Saturday, April 30, 2016

An Island's Island (Part I)

Ortigia by Night

An Island's Island (Part I)

As the wheels lifted from the runway, followed quickly by the clank of the gear locking in place and then as the screeching screw-sound of the retracting flaps came to an end, I knew at long last we were on our way.  In the Airbus-330 cockpit, green lights confirming these events had illuminated, while back in coach I flashed a thumbs-up and a smile to Maria Elena.  Just as the pilot had passed that point on the takeoff roll where he could safely abort and had decided to continue, so too we were now committed, destination Italy.  While it would definitely be Italy, our initial destination, this trip, would be the island of Sicily.
Greeks began their settlement of Southern Italy in the 8th century B.C. by colonizing, among other places, coastal Sicily.  Their entire westward migration across the Mediterranean and eventual settlement came to be known as Magna Graecia (Greater Greece).  As a result, Sicily has an especially heavy Greek influence beginning with the symbol for the island province itself, an odd shaped caricature called the Trinacria.
The Trinacria is composed of the head of Medusa, a Gorgon, whose hair is entwined with serpents and the stalks of wheat and from which radiate three legs bent at the knee.  The wheat is
symbolic of the fertility of the land which once helped feed Rome, while the three running legs represent the three promontories of Sicily – to the northeast, Cape Peloro near Messina, a southern leg at Cape Passero near Syracuse, and near Marsala, the western support of Cape Lilibeo.  Fittingly, Trinacria is derived from the Greek words treis (three) and akra (capes).  Now there I go sounding like Gus Portokalos from the movie, My Big Fat Greek Wedding, spray bottle of Windex in hand and stickler for his insistence that all words are derived from Greek.

A More Modern Trinacria
We’d been to Sicily several times in the past.  Those visits had unfortunately been hurried and intentionally short lived for they had been associated either with our arrival or our departure from Italy.  Whichever the direction, we’d been eager to get on to our destination - home to Calitri or home to the States.  This time we would intentionally not rush to get to Calitri.  Instead we would relax, and in circling the island get to know new places and hopefully new people.  Of course we had a final destination in mind, but it is what we imagine and then experience along the way, the in-between, that is all part of the pleasure of travel.  As to pleasure, there was even more going for us to make this trip enjoyable - we were aboard an Alitalia flight all the way, first to Rome and then on to Catania on the eastern coast of Sicily.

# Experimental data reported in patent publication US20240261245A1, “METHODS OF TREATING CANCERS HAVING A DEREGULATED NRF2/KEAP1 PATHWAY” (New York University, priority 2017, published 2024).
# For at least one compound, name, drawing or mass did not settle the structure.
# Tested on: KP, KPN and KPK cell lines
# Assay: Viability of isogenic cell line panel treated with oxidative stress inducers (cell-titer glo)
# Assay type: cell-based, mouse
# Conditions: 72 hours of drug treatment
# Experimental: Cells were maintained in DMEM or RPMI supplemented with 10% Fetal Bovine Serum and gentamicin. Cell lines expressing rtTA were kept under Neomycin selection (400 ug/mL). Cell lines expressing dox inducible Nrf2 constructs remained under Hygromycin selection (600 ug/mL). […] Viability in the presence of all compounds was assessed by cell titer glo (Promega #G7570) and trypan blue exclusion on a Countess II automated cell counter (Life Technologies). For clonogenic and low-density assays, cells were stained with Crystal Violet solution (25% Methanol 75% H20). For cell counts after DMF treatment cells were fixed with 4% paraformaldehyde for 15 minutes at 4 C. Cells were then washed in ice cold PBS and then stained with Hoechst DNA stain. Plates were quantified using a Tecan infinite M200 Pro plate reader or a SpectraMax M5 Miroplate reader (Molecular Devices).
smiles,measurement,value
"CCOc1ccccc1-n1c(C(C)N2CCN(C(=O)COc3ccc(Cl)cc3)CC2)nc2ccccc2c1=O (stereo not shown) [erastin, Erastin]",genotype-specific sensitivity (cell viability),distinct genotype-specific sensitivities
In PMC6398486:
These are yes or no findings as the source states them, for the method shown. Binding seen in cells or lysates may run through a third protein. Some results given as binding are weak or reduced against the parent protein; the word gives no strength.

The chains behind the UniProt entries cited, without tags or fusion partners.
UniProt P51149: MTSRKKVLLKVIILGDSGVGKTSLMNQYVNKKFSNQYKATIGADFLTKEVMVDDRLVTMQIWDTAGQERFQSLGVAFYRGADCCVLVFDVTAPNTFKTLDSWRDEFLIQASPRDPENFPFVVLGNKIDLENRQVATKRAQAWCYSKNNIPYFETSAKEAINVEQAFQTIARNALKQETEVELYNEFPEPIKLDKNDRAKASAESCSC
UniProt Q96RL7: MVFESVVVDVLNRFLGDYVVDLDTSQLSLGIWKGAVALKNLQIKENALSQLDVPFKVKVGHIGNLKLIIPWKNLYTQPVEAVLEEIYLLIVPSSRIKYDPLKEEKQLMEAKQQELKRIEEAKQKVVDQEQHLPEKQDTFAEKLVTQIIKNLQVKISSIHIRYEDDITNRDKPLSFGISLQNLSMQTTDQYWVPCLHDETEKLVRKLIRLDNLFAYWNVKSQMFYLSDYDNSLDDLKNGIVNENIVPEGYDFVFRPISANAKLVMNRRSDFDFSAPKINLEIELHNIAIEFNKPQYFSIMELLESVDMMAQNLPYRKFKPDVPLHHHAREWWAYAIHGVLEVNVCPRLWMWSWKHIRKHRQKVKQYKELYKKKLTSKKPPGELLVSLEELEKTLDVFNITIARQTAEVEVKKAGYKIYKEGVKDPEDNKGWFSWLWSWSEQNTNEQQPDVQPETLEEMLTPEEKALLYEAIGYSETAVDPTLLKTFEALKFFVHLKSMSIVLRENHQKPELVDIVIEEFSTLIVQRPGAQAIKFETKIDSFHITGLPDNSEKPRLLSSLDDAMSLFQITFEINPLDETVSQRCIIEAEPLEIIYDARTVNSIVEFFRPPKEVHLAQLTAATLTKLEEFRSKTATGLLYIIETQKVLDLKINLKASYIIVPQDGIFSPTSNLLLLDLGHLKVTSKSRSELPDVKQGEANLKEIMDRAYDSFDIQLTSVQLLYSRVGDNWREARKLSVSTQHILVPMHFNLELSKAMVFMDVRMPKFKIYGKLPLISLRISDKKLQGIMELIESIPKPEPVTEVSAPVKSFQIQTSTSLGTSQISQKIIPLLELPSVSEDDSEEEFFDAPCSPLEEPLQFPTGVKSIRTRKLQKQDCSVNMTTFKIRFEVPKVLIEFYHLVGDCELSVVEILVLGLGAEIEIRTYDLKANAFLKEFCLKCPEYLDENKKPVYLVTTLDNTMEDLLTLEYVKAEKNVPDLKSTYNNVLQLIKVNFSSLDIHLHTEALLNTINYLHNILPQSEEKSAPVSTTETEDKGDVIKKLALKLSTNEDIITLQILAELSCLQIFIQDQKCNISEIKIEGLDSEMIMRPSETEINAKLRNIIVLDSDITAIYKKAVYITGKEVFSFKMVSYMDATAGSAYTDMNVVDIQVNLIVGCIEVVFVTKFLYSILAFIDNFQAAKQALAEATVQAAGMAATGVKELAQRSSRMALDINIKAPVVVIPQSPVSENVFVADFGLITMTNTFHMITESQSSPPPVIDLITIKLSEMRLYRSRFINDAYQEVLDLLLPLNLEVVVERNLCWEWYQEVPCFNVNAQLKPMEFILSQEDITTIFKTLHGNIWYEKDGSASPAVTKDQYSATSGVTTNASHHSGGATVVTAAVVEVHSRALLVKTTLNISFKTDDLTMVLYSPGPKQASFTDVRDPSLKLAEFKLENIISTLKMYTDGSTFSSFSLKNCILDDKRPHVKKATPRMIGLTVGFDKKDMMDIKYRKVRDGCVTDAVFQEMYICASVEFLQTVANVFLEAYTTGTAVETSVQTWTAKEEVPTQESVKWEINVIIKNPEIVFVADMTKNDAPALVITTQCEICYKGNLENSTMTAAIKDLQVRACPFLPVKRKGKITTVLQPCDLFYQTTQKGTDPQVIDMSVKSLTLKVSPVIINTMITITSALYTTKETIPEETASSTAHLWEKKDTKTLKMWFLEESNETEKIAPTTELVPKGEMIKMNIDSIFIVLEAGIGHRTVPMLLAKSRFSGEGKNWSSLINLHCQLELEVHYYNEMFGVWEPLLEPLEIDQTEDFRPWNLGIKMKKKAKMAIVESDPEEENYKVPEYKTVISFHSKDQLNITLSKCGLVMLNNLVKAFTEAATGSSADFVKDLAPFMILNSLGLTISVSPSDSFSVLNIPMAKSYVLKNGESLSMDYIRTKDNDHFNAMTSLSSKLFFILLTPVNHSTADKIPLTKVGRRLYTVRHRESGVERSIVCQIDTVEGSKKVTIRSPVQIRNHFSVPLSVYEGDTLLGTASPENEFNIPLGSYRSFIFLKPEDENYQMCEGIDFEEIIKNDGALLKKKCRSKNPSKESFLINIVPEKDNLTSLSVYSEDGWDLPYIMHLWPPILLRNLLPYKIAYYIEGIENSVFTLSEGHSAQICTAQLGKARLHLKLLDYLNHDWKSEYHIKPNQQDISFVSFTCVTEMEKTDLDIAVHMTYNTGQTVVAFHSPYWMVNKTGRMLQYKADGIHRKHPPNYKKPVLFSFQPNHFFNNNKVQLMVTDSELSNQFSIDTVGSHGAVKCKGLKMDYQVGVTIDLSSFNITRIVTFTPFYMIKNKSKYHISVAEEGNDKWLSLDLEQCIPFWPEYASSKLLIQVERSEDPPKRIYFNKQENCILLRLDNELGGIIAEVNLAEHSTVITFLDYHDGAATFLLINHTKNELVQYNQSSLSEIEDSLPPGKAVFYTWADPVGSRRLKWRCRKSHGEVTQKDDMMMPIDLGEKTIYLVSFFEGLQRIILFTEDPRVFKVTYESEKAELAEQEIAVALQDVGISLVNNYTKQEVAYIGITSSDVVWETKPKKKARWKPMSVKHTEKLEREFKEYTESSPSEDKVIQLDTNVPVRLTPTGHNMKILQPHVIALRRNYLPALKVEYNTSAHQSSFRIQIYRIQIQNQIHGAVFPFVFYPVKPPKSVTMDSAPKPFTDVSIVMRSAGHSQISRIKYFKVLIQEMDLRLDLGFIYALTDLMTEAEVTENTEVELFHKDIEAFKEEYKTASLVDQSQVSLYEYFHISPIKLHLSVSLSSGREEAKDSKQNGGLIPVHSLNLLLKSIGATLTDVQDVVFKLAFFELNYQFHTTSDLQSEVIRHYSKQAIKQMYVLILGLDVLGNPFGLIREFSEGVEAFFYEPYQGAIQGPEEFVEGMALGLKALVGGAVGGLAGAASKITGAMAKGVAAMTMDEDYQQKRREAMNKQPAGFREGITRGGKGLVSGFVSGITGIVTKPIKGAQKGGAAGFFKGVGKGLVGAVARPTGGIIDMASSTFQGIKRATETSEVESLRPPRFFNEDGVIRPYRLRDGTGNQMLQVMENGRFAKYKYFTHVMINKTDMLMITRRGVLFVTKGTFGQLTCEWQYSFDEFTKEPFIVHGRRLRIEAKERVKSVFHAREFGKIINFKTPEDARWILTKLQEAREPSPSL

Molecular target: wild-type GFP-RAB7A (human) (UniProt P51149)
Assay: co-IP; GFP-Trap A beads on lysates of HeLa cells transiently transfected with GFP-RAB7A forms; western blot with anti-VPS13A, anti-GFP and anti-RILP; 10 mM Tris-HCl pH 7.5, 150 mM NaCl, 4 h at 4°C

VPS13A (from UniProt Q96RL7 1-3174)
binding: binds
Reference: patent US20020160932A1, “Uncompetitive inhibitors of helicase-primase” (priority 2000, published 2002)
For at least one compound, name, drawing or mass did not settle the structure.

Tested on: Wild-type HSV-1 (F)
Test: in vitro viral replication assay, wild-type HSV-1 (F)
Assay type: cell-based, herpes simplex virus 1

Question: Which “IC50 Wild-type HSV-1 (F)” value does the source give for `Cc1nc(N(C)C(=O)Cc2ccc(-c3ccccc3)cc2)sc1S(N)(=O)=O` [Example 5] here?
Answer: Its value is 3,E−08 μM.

Ours was a late departure.  Instead of the more routine 7 or 8 pm takeoffs, ours was at 11 pm.  Once aboard, we quickly realized that our aircraft, an Airbus 330, was less than full.  So much so in fact that I was able to cross from my isle seat to the center section that still had four open seats.  Though still uncomfortable, it did allow us enough room to get some sleep.  But before we napped, we were served dinner.  For a long time I’d looked forward to the dinner service along with all the Italian wine I could absorb on the flight over, but at this late hour we didn’t know what to expect.  Dinner at midnight?  Surprisingly even at the late hour we were still served dinner.  It however fell far short of my expectations.  Disappointedly it turned out to be nothing special, simply the familiar airline cart food of chicken or pasta.  Boy had things changed.
To complicate matters further, we were informed that Italian air traffic controllers were set to observe a countrywide strike on 20 April.  The strike had been called due to what else but an ongoing wage dispute.  A four-hour work stoppage was anticipated, just enough to disrupt operations and trigger flight cancellations.  Although it was scheduled a day before our departure, aircraft could be scattered.  Authorities, whom Italians always seem to refer to as “competent authorities”, as though others among them were of lesser competence, even incompetent, hoped to implement contingency plans to minimize the effect of the work stoppage.  As is sometimes the case, it must be noted that scheduled aviation strikes are frequently announced and then cancelled on an ad hoc basis.  We had our fingers crossed this would be one of those ad hoc occasions.